Date: Sun, Mar 3, 2002 5:05 AM
From: Jean E. Miller
You asked: Should quality of life of a patient be a factor in medical decision-making
and if so should physicians and health care workers ever make such an evaluation?
My Response: Having been the primary caregiver for my daughter Kelly, who had Juvenile Huntington's
Disease for 15 years, there were instances where the health care profession felt their evaluation of her quality of life outweighed
any personal choices she may have designated.
Before she was fired as her primary physician, one doctor tried to force her opinions and surgical recommendations
(feeding tube) on my daughter and continually harassed me with horrific descriptions of Kelly's death that she said I would
be responsible for by denying Kelly her recommended treatment.
It was several years later before Kelly actually needed a feeding tube (age 27). When the (new) doctors explained,
with compassion and sensitivity, that she was at a cross-road of choosing life or a gentle death, after careful consideration
Kelly chose LIFE.
At that young age, Kelly fought to live with every fiber of her being. In the last year of her life she was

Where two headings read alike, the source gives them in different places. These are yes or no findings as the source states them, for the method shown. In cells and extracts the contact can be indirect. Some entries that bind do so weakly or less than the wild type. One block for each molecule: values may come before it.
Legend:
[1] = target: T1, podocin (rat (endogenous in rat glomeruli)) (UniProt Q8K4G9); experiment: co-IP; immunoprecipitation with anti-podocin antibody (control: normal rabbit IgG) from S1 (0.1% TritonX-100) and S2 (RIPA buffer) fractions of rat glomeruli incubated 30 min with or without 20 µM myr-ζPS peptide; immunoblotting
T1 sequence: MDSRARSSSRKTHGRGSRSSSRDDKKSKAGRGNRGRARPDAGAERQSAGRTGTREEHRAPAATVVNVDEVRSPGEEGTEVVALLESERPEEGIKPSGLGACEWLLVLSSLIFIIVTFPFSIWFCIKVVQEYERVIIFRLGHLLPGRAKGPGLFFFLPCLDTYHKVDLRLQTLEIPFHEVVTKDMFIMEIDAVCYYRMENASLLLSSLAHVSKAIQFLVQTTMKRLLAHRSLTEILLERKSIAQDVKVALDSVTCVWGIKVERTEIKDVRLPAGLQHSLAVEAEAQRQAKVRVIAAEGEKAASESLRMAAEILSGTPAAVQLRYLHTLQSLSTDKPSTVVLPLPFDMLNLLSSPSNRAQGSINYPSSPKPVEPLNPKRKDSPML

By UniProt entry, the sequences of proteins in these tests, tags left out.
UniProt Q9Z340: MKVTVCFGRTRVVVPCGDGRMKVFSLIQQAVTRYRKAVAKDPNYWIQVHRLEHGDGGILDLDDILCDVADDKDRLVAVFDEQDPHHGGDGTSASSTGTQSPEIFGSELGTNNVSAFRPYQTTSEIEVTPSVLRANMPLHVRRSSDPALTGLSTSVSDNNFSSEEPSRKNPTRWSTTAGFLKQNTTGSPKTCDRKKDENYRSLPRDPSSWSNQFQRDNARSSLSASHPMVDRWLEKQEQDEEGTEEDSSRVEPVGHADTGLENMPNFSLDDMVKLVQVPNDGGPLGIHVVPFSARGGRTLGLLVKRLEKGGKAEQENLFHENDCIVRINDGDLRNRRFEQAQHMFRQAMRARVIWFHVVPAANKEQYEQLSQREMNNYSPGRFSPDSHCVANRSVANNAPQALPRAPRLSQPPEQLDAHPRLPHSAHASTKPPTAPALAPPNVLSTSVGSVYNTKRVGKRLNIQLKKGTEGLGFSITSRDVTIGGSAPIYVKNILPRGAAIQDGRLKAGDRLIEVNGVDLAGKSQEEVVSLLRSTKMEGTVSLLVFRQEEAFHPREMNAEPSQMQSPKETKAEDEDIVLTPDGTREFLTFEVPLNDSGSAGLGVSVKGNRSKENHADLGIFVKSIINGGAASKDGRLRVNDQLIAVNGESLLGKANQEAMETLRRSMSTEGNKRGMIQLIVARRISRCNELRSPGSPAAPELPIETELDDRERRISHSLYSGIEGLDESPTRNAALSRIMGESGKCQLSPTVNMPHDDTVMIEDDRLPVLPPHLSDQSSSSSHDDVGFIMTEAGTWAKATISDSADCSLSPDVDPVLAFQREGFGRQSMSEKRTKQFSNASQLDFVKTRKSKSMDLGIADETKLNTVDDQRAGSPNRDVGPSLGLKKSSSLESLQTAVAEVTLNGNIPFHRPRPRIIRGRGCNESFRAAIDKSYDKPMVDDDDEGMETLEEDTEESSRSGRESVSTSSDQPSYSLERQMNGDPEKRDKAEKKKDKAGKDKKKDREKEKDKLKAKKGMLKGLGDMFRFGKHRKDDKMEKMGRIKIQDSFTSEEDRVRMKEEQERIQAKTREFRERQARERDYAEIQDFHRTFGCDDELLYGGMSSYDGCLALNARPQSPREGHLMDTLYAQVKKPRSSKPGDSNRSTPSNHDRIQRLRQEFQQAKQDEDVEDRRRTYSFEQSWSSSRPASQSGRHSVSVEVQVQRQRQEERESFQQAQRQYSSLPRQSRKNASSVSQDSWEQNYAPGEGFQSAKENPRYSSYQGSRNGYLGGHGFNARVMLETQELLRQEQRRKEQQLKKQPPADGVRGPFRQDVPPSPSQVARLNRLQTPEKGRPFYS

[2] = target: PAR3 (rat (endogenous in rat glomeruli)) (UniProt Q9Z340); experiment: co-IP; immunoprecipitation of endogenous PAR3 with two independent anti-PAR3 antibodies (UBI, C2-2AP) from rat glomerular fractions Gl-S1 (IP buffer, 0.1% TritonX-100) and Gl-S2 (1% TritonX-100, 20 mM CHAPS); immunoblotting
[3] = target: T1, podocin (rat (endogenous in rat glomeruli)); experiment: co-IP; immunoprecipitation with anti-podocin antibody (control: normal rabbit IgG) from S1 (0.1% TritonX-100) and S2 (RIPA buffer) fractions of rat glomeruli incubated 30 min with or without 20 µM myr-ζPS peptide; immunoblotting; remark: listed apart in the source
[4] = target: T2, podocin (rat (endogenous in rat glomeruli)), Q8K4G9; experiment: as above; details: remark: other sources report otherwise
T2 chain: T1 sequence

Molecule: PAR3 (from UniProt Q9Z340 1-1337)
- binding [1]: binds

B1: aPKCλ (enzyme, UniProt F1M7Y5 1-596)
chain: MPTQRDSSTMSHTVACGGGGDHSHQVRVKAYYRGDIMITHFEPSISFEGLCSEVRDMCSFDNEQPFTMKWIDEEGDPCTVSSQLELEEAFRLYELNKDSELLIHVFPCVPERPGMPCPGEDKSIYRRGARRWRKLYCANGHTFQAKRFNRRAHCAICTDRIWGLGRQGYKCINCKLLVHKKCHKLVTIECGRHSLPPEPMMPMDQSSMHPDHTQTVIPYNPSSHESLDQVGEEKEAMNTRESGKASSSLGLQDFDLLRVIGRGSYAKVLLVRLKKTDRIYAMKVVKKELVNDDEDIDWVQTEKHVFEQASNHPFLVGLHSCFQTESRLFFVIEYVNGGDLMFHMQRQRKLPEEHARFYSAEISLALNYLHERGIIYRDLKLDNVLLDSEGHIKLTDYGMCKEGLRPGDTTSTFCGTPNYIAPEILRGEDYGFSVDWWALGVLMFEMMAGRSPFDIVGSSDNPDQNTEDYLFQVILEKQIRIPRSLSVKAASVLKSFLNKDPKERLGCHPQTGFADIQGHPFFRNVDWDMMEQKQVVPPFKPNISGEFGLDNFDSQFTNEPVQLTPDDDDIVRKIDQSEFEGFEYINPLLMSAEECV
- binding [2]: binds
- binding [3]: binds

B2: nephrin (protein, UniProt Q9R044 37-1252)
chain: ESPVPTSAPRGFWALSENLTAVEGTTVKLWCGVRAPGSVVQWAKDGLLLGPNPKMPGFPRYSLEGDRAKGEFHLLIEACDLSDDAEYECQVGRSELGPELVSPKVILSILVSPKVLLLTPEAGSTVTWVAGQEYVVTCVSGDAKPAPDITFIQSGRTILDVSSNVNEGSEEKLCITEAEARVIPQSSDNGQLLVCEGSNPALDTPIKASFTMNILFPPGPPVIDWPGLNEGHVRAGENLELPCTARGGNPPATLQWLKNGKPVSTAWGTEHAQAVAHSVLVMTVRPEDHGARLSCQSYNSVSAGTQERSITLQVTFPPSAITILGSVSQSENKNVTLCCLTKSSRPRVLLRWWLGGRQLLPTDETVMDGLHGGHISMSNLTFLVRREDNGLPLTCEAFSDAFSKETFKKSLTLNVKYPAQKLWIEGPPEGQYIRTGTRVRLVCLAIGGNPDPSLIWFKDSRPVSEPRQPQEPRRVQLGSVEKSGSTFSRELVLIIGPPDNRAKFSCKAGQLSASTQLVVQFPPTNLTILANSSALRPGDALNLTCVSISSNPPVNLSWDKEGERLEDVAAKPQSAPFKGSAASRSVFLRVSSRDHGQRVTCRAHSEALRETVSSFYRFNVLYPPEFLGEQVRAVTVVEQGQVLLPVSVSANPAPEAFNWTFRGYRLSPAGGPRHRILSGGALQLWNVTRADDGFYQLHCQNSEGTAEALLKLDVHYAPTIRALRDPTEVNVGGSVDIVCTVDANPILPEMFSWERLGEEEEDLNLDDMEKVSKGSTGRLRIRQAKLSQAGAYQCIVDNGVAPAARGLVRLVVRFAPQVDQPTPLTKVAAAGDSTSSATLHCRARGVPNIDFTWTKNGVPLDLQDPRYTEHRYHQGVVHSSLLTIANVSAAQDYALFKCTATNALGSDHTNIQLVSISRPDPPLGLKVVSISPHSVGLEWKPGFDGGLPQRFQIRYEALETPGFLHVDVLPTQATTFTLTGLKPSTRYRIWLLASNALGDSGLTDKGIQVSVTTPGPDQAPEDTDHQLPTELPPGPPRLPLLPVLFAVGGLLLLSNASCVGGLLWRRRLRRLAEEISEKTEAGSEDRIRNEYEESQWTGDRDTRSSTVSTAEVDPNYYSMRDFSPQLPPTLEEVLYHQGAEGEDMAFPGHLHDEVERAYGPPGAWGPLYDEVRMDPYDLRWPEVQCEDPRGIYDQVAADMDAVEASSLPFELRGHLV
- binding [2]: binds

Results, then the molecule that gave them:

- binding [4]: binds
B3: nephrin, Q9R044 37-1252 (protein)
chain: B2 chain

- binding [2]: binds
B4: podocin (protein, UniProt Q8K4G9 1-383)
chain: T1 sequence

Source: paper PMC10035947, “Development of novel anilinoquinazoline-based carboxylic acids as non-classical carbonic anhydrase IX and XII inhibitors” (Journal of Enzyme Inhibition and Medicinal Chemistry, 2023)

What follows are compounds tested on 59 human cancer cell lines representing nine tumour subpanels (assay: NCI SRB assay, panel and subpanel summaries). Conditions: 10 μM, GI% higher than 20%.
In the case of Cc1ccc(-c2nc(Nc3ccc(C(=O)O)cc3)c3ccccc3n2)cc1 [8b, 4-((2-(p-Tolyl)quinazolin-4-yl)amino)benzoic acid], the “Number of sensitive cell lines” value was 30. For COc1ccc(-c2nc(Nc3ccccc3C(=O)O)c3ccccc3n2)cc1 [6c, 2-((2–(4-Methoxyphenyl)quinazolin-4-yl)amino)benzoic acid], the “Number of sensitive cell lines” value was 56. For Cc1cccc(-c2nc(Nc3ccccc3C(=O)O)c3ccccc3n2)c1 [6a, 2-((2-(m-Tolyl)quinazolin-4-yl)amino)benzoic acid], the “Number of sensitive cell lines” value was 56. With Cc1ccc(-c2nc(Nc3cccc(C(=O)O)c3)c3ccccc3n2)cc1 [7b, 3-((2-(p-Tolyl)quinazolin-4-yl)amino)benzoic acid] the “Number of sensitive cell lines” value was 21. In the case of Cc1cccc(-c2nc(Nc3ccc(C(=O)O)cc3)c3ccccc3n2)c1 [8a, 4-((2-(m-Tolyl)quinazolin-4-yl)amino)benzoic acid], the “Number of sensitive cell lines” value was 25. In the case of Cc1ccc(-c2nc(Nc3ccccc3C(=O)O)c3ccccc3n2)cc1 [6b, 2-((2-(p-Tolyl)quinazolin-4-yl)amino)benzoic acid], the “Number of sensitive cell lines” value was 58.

constantly bedridden, unable to communicate and required 100% total care.
Although HD had disabled her physical body, her cognitive/mental abilities were intact. Her ability
to still ENJOY life, through the loving care she received, was obvious to everyone who saw her. Kelly's eyes would still twinkle
in mischievous delight, her laughter still rang out, and with patience and love her needs were determined. She was alert and
attentive to things around her, still enjoying company of the friends that remained, her favorite TV programs, etc.. It was
only during the last few months of her life that that sparkle and quest for life ebbed from her eyes and whether she and/or
God chose the timing, she died very peacefully when she was ready.
My suggestion to other Huntington's Disease families is to urge them to do as much advanced planning as possible
in letting the person with HD select the choices they want in their care as the disease progresses through the end stages.
To support them in these decisions I put most of the resources I had on this subject onto a webpage called "Our Final